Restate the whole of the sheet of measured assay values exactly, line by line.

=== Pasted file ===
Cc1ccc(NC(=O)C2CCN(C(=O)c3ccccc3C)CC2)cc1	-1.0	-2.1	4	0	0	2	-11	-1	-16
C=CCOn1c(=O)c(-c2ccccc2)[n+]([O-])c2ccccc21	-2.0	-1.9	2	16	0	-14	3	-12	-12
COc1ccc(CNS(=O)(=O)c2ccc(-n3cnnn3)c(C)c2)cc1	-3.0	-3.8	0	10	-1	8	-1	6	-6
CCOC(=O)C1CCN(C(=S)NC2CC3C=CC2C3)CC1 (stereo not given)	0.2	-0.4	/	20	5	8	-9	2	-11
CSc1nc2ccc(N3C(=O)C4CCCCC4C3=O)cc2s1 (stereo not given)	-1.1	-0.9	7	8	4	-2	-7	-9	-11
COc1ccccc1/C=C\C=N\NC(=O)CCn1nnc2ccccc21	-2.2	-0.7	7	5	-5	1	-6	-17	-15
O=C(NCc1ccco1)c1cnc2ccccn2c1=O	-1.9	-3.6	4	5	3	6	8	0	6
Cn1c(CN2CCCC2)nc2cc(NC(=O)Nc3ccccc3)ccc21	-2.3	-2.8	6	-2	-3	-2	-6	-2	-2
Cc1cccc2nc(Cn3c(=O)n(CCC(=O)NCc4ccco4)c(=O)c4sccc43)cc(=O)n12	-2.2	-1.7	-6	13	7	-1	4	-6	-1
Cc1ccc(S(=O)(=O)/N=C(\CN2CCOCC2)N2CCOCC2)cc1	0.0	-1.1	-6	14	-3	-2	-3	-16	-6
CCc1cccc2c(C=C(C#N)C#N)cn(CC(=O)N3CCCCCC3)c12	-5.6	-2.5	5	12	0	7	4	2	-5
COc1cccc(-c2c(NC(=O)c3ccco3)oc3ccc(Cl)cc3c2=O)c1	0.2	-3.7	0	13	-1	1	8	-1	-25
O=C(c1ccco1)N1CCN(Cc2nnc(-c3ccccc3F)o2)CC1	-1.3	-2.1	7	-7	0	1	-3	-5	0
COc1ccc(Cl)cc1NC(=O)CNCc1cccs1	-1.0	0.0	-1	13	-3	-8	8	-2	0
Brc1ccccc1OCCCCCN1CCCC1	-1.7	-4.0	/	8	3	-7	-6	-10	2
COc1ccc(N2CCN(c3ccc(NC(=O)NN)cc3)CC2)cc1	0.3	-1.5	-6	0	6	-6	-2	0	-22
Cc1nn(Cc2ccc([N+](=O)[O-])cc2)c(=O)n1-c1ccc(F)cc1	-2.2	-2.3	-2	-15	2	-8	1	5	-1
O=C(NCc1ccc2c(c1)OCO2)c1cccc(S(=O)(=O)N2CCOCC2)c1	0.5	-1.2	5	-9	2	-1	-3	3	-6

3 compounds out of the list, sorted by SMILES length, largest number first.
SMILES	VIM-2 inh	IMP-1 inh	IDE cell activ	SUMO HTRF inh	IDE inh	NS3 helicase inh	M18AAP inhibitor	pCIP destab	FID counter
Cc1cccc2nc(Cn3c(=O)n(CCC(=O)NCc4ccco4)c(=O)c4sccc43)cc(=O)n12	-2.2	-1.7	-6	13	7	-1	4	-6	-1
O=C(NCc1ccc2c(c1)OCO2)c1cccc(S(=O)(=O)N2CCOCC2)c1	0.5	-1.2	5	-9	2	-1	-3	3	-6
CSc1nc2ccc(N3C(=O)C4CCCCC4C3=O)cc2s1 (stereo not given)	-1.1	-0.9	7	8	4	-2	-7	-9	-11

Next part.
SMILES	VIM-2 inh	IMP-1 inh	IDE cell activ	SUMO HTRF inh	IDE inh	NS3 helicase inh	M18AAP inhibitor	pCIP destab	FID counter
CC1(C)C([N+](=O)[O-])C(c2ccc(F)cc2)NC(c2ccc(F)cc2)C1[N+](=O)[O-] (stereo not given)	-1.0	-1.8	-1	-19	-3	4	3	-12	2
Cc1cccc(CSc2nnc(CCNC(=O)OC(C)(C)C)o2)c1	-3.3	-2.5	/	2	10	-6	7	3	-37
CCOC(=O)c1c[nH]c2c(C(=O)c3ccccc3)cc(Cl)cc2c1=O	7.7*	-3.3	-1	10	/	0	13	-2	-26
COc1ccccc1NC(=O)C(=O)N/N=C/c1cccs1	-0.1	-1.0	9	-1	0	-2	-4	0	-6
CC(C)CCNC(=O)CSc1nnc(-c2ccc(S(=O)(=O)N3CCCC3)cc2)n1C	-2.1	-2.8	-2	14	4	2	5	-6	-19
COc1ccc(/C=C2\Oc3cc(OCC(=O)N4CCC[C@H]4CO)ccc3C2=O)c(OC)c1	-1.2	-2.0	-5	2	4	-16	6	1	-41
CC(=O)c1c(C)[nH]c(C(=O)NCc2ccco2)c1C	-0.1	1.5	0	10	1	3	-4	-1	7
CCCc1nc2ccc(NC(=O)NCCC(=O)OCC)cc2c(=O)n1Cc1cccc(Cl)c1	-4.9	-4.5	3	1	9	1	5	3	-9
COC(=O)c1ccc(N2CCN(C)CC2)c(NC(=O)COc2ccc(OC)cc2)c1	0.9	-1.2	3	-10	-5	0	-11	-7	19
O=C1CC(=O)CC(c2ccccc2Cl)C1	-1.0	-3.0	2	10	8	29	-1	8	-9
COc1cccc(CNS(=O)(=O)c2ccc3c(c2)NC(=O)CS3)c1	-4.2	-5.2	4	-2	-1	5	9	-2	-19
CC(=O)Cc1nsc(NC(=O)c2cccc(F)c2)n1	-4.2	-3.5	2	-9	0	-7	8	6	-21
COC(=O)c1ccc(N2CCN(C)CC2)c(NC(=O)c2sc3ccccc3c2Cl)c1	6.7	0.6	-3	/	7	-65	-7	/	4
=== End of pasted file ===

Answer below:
Cc1ccc(NC(=O)C2CCN(C(=O)c3ccccc3C)CC2)cc1	-1.0	-2.1	4	0	0	2	-11	-1	-16
C=CCOn1c(=O)c(-c2ccccc2)[n+]([O-])c2ccccc21	-2.0	-1.9	2	16	0	-14	3	-12	-12
COc1ccc(CNS(=O)(=O)c2ccc(-n3cnnn3)c(C)c2)cc1	-3.0	-3.8	0	10	-1	8	-1	6	-6
CCOC(=O)C1CCN(C(=S)NC2CC3C=CC2C3)CC1 (stereo not given)	0.2	-0.4	/	20	5	8	-9	2	-11
CSc1nc2ccc(N3C(=O)C4CCCCC4C3=O)cc2s1 (stereo not given)	-1.1	-0.9	7	8	4	-2	-7	-9	-11
COc1ccccc1/C=C\C=N\NC(=O)CCn1nnc2ccccc21	-2.2	-0.7	7	5	-5	1	-6	-17	-15
O=C(NCc1ccco1)c1cnc2ccccn2c1=O	-1.9	-3.6	4	5	3	6	8	0	6
Cn1c(CN2CCCC2)nc2cc(NC(=O)Nc3ccccc3)ccc21	-2.3	-2.8	6	-2	-3	-2	-6	-2	-2
Cc1cccc2nc(Cn3c(=O)n(CCC(=O)NCc4ccco4)c(=O)c4sccc43)cc(=O)n12	-2.2	-1.7	-6	13	7	-1	4	-6	-1
Cc1ccc(S(=O)(=O)/N=C(\CN2CCOCC2)N2CCOCC2)cc1	0.0	-1.1	-6	14	-3	-2	-3	-16	-6
CCc1cccc2c(C=C(C#N)C#N)cn(CC(=O)N3CCCCCC3)c12	-5.6	-2.5	5	12	0	7	4	2	-5
COc1cccc(-c2c(NC(=O)c3ccco3)oc3ccc(Cl)cc3c2=O)c1	0.2	-3.7	0	13	-1	1	8	-1	-25
O=C(c1ccco1)N1CCN(Cc2nnc(-c3ccccc3F)o2)CC1	-1.3	-2.1	7	-7	0	1	-3	-5	0
COc1ccc(Cl)cc1NC(=O)CNCc1cccs1	-1.0	0.0	-1	13	-3	-8	8	-2	0
Brc1ccccc1OCCCCCN1CCCC1	-1.7	-4.0	/	8	3	-7	-6	-10	2
COc1ccc(N2CCN(c3ccc(NC(=O)NN)cc3)CC2)cc1	0.3	-1.5	-6	0	6	-6	-2	0	-22
Cc1nn(Cc2ccc([N+](=O)[O-])cc2)c(=O)n1-c1ccc(F)cc1	-2.2	-2.3	-2	-15	2	-8	1	5	-1
O=C(NCc1ccc2c(c1)OCO2)c1cccc(S(=O)(=O)N2CCOCC2)c1	0.5	-1.2	5	-9	2	-1	-3	3	-6

3 compounds out of the list, sorted by SMILES length, largest number first.
SMILES	VIM-2 inh	IMP-1 inh	IDE cell activ	SUMO HTRF inh	IDE inh	NS3 helicase inh	M18AAP inhibitor	pCIP destab	FID counter
Cc1cccc2nc(Cn3c(=O)n(CCC(=O)NCc4ccco4)c(=O)c4sccc43)cc(=O)n12	-2.2	-1.7	-6	13	7	-1	4	-6	-1
O=C(NCc1ccc2c(c1)OCO2)c1cccc(S(=O)(=O)N2CCOCC2)c1	0.5	-1.2	5	-9	2	-1	-3	3	-6
CSc1nc2ccc(N3C(=O)C4CCCCC4C3=O)cc2s1 (stereo not given)	-1.1	-0.9	7	8	4	-2	-7	-9	-11

Next part.
SMILES	VIM-2 inh	IMP-1 inh	IDE cell activ	SUMO HTRF inh	IDE inh	NS3 helicase inh	M18AAP inhibitor	pCIP destab	FID counter
CC1(C)C([N+](=O)[O-])C(c2ccc(F)cc2)NC(c2ccc(F)cc2)C1[N+](=O)[O-] (stereo not given)	-1.0	-1.8	-1	-19	-3	4	3	-12	2
Cc1cccc(CSc2nnc(CCNC(=O)OC(C)(C)C)o2)c1	-3.3	-2.5	/	2	10	-6	7	3	-37
CCOC(=O)c1c[nH]c2c(C(=O)c3ccccc3)cc(Cl)cc2c1=O	7.7*	-3.3	-1	10	/	0	13	-2	-26
COc1ccccc1NC(=O)C(=O)N/N=C/c1cccs1	-0.1	-1.0	9	-1	0	-2	-4	0	-6
CC(C)CCNC(=O)CSc1nnc(-c2ccc(S(=O)(=O)N3CCCC3)cc2)n1C	-2.1	-2.8	-2	14	4	2	5	-6	-19
COc1ccc(/C=C2\Oc3cc(OCC(=O)N4CCC[C@H]4CO)ccc3C2=O)c(OC)c1	-1.2	-2.0	-5	2	4	-16	6	1	-41
CC(=O)c1c(C)[nH]c(C(=O)NCc2ccco2)c1C	-0.1	1.5	0	10	1	3	-4	-1	7
CCCc1nc2ccc(NC(=O)NCCC(=O)OCC)cc2c(=O)n1Cc1cccc(Cl)c1	-4.9	-4.5	3	1	9	1	5	3	-9
COC(=O)c1ccc(N2CCN(C)CC2)c(NC(=O)COc2ccc(OC)cc2)c1	0.9	-1.2	3	-10	-5	0	-11	-7	19
O=C1CC(=O)CC(c2ccccc2Cl)C1	-1.0	-3.0	2	10	8	29	-1	8	-9
COc1cccc(CNS(=O)(=O)c2ccc3c(c2)NC(=O)CS3)c1	-4.2	-5.2	4	-2	-1	5	9	-2	-19
CC(=O)Cc1nsc(NC(=O)c2cccc(F)c2)n1	-4.2	-3.5	2	-9	0	-7	8	6	-21
COC(=O)c1ccc(N2CCN(C)CC2)c(NC(=O)c2sc3ccccc3c2Cl)c1	6.7	0.6	-3	/	7	-65	-7	/	4